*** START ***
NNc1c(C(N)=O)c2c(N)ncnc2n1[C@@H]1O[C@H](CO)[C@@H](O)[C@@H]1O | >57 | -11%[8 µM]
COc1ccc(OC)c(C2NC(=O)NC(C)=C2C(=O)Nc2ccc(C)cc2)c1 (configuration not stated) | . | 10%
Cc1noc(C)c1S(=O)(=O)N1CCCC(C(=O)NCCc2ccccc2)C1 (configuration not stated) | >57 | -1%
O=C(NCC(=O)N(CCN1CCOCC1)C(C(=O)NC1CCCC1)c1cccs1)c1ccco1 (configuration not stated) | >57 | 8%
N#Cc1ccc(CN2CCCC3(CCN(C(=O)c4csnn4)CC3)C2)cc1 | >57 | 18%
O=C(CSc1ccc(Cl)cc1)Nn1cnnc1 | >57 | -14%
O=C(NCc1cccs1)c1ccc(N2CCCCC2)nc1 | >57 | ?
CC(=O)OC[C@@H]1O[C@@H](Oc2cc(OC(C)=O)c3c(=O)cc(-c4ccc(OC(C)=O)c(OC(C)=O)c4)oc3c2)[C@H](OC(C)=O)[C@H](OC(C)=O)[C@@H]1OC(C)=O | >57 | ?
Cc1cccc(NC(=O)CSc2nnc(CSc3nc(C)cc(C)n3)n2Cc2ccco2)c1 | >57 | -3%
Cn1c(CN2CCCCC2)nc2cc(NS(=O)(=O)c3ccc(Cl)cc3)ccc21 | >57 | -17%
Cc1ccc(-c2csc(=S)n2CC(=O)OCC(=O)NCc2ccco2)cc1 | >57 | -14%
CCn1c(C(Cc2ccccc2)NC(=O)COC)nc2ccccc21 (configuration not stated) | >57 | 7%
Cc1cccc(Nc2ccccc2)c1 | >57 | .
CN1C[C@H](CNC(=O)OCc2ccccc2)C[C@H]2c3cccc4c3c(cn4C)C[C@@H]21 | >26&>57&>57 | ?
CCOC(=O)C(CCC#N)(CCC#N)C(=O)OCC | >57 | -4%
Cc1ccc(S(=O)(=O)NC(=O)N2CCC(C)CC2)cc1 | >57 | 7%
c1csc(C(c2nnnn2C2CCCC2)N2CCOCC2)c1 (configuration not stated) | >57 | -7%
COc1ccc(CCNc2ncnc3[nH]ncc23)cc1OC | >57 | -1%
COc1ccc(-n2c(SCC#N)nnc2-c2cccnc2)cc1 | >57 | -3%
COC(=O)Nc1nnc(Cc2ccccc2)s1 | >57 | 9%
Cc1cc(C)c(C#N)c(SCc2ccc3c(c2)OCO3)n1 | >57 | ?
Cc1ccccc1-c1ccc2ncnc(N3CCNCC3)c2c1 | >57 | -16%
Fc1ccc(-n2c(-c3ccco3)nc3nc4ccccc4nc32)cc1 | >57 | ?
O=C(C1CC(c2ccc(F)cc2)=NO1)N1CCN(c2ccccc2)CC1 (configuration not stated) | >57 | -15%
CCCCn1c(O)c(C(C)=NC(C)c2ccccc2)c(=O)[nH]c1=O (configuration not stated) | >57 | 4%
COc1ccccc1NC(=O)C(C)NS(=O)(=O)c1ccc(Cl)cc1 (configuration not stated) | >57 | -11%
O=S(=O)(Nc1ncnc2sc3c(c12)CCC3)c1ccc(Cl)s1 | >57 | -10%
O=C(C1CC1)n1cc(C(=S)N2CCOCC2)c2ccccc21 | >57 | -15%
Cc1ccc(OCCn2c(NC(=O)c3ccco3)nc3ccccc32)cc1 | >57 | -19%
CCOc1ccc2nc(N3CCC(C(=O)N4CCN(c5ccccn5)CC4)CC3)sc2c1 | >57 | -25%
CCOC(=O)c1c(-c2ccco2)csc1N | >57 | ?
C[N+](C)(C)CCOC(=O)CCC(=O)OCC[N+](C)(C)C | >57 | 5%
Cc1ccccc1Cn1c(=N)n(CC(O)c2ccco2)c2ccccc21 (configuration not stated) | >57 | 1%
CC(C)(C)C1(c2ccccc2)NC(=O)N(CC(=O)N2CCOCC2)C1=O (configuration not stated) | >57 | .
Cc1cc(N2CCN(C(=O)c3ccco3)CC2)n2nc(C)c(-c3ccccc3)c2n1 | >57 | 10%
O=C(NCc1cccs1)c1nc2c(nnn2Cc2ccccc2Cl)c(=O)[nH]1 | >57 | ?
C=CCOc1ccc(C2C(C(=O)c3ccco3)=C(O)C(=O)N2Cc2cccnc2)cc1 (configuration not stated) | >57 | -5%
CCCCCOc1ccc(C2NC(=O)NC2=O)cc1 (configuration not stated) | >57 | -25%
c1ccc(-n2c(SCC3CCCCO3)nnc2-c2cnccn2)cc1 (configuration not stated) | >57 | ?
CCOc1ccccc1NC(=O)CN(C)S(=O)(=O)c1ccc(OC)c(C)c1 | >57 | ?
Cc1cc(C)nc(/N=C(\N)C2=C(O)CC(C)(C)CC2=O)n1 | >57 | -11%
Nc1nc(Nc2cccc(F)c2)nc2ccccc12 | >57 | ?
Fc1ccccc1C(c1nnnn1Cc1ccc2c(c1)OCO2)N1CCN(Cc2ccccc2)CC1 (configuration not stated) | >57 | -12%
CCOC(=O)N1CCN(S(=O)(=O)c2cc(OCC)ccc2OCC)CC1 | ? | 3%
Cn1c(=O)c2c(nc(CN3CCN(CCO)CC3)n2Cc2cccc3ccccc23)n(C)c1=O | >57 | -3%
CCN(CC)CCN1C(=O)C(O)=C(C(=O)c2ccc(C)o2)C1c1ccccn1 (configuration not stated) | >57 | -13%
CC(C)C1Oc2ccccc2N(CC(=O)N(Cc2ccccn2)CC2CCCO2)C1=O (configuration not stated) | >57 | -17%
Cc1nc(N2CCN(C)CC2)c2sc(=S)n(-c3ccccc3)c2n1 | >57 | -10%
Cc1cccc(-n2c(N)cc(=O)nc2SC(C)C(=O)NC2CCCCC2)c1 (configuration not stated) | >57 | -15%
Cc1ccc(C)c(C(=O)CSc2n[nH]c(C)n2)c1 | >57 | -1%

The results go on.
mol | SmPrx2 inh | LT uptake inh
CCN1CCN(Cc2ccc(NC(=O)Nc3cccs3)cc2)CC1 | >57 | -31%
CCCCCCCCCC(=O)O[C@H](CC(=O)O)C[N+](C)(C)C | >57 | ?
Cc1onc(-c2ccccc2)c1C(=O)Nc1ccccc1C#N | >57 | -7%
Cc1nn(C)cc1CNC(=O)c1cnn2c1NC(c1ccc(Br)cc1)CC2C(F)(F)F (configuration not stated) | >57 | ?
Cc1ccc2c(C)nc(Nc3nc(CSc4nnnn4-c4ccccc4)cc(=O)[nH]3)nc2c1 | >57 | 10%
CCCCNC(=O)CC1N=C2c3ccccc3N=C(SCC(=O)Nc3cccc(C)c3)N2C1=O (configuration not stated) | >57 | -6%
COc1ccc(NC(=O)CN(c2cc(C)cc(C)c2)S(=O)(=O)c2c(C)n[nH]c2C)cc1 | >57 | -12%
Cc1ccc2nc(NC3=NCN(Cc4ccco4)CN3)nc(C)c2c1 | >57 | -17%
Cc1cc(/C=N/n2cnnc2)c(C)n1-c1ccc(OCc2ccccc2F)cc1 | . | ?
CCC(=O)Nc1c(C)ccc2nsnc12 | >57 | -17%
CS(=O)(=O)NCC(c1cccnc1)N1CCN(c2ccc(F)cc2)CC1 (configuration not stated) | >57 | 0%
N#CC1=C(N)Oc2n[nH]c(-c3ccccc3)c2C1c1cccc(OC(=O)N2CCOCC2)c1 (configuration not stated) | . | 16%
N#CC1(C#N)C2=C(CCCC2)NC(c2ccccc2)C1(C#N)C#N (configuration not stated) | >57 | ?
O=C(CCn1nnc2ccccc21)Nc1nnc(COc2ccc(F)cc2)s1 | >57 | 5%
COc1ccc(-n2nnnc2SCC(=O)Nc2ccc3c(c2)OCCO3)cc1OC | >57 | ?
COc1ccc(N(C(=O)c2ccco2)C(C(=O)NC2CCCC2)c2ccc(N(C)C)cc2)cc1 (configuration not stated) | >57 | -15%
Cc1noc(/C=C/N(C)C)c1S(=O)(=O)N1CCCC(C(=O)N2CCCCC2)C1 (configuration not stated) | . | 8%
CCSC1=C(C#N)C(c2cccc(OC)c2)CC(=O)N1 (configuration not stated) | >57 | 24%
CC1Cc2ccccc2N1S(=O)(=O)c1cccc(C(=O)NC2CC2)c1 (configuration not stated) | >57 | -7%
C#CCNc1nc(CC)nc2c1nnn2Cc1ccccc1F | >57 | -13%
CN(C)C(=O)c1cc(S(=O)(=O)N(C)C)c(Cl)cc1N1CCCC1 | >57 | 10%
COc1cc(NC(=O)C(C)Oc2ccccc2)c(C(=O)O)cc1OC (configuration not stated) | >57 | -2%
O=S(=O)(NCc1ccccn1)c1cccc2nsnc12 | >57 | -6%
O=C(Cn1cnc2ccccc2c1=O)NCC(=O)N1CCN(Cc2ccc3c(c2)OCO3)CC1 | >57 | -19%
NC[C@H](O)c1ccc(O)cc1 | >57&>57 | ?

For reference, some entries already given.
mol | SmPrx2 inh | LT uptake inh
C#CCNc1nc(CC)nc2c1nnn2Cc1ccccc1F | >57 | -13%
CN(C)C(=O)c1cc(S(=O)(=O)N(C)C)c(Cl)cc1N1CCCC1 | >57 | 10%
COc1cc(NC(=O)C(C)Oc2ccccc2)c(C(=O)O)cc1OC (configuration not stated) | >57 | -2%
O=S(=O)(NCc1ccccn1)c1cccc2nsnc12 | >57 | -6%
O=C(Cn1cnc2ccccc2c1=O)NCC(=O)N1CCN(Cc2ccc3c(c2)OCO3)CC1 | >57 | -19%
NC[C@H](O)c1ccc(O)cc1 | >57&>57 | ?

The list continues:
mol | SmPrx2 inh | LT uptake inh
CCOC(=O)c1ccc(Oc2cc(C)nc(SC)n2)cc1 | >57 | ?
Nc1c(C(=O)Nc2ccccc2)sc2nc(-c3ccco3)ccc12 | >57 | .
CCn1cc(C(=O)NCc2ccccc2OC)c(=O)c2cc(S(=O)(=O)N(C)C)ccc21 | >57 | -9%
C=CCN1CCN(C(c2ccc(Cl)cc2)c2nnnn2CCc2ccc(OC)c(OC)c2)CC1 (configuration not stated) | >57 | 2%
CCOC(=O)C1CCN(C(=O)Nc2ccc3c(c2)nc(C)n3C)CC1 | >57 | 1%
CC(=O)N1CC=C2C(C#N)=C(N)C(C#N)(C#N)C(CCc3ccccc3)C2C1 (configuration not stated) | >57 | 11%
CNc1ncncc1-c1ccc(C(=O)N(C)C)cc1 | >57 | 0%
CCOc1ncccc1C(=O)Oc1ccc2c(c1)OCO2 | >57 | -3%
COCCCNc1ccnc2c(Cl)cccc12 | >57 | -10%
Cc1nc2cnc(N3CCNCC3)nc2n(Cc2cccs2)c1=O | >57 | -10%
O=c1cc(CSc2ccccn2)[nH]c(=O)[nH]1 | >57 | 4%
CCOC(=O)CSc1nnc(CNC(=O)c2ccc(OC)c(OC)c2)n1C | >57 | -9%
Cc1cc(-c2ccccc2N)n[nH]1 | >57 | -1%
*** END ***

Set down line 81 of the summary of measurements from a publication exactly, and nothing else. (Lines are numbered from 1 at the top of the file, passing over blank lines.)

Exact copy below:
CN(C)C(=O)c1cc(S(=O)(=O)N(C)C)c(Cl)cc1N1CCCC1 | >57 | 10%